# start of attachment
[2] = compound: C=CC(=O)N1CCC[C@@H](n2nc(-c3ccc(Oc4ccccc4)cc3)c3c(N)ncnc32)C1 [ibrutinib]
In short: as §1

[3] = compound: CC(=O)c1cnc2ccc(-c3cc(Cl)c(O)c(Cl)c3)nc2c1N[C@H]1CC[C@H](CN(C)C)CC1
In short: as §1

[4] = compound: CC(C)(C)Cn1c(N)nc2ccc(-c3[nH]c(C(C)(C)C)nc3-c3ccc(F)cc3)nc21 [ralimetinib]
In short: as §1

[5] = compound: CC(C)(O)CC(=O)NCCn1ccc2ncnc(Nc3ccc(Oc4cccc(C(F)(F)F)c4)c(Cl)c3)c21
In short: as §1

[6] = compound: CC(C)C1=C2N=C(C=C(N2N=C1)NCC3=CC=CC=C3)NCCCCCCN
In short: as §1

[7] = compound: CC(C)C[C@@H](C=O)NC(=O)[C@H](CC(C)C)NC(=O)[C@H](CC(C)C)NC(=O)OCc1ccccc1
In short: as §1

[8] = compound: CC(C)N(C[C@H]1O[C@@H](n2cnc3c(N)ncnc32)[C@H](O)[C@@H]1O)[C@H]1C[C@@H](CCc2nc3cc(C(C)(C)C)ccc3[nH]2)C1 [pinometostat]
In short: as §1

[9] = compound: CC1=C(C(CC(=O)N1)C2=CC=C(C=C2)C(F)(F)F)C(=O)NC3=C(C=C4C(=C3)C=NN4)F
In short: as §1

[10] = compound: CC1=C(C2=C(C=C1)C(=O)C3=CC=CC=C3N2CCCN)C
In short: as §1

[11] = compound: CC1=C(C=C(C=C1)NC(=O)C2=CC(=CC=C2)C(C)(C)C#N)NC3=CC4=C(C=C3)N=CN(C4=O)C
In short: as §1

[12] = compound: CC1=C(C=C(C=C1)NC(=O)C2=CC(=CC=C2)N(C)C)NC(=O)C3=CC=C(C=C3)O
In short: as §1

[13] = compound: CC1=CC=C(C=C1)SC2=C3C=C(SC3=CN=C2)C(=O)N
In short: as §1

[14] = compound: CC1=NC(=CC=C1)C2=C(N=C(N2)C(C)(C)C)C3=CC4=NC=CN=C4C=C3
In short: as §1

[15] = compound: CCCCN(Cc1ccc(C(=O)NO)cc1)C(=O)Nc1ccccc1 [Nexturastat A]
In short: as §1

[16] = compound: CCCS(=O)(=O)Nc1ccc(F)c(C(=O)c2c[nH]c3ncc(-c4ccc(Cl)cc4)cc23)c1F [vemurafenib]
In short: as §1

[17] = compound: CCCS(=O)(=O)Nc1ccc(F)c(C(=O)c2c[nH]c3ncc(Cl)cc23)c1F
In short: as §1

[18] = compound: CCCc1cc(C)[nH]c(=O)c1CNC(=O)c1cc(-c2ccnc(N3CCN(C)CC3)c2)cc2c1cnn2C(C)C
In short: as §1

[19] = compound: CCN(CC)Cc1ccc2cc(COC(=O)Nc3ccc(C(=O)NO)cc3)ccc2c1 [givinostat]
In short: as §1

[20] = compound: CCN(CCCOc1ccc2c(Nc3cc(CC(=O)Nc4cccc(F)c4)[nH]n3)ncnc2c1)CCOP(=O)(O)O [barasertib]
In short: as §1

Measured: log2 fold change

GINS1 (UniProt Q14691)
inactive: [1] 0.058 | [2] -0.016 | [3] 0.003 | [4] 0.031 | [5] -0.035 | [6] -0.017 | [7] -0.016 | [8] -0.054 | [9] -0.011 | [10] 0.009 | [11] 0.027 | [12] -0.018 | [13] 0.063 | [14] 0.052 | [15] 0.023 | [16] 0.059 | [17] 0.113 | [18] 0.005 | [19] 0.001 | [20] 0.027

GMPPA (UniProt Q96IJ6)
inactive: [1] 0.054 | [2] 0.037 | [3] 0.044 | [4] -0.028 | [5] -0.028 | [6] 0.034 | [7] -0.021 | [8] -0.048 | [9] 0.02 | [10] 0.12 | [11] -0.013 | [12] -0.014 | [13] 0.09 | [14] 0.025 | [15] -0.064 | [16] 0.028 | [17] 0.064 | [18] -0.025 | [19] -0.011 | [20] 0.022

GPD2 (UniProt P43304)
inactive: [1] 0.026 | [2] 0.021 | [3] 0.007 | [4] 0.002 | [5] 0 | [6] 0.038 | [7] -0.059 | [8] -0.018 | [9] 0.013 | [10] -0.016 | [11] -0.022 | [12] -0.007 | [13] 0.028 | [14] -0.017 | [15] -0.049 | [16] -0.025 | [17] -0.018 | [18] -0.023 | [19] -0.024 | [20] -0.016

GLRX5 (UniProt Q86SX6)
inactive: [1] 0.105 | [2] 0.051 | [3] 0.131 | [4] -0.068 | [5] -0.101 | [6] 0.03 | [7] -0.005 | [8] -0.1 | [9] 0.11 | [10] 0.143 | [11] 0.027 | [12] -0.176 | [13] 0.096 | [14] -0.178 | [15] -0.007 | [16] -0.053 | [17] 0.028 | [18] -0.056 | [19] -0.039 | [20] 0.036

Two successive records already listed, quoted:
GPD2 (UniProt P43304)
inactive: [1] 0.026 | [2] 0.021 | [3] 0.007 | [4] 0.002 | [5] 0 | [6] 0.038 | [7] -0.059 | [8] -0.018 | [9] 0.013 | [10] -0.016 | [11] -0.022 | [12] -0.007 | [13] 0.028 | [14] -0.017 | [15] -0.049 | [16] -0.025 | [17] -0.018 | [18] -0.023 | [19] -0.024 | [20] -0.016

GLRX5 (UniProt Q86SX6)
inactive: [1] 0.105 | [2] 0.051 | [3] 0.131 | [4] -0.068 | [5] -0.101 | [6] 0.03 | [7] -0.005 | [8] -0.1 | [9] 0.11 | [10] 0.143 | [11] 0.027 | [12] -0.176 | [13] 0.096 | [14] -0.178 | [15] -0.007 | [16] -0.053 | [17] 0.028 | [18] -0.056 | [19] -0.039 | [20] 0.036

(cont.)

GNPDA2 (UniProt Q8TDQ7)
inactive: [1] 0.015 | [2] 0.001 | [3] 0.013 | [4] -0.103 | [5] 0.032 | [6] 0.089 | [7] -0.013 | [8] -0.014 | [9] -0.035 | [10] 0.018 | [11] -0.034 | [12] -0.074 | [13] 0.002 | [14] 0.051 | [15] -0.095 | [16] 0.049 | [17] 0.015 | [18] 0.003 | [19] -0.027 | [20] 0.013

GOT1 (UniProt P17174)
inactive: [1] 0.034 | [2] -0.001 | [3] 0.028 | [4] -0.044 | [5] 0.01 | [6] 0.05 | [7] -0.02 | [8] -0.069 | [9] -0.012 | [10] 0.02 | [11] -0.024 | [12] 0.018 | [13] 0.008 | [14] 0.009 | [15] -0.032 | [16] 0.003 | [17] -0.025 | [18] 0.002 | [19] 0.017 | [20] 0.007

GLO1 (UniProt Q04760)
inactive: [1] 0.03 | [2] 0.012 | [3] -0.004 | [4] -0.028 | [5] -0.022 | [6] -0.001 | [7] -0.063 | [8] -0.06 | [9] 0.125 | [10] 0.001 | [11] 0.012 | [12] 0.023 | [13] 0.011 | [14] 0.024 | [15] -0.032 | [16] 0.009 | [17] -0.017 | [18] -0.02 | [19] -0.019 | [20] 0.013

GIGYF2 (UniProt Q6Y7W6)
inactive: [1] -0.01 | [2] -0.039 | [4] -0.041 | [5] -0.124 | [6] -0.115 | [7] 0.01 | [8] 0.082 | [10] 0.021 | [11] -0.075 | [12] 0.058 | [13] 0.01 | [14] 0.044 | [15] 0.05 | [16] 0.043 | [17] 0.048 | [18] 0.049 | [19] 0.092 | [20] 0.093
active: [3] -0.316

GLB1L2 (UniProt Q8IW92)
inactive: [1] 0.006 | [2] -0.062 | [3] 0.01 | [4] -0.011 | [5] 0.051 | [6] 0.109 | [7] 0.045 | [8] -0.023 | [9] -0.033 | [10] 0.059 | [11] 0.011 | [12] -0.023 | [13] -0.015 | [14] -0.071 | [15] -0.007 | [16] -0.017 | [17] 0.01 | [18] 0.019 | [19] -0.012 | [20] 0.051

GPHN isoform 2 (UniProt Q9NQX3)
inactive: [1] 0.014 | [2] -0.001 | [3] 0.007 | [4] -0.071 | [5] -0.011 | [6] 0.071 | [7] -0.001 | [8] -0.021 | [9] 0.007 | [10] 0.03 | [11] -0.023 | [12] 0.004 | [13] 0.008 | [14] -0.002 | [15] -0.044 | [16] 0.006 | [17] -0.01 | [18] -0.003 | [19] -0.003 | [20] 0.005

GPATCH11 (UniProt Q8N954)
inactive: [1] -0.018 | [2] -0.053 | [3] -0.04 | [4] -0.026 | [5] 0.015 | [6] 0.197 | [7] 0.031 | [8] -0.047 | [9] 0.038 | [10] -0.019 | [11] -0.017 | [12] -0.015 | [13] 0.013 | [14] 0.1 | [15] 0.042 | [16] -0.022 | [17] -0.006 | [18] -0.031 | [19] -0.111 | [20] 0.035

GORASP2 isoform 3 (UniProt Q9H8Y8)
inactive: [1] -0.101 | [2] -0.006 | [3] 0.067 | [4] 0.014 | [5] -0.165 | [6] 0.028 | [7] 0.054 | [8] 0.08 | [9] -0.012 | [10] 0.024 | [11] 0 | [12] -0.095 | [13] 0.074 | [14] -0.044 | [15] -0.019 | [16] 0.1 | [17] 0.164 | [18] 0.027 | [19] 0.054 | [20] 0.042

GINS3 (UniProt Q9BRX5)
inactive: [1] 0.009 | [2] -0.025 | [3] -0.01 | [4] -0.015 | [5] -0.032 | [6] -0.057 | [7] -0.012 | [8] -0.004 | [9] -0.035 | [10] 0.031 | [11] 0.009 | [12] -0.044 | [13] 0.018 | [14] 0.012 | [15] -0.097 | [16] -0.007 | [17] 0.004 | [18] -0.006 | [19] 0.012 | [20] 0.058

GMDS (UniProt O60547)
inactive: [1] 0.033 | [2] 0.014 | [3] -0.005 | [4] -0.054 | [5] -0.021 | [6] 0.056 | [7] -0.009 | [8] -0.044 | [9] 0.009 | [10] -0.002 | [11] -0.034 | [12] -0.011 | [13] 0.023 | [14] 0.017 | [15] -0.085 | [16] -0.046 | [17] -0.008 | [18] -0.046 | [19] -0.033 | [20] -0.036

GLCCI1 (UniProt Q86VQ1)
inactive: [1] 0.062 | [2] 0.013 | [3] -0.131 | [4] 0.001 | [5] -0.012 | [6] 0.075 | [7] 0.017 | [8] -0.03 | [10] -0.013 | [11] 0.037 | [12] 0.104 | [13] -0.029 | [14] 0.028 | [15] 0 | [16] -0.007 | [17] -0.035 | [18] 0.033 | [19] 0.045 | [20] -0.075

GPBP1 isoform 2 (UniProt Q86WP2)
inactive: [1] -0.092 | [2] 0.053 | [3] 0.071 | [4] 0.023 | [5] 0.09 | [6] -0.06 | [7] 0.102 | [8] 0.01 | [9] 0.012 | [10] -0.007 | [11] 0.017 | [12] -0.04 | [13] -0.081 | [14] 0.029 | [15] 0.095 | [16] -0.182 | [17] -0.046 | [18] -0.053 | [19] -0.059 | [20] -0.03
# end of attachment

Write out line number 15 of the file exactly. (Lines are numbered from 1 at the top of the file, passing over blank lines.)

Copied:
[9] = compound: CC1=C(C(CC(=O)N1)C2=CC=C(C=C2)C(F)(F)F)C(=O)NC3=C(C=C4C(=C3)C=NN4)F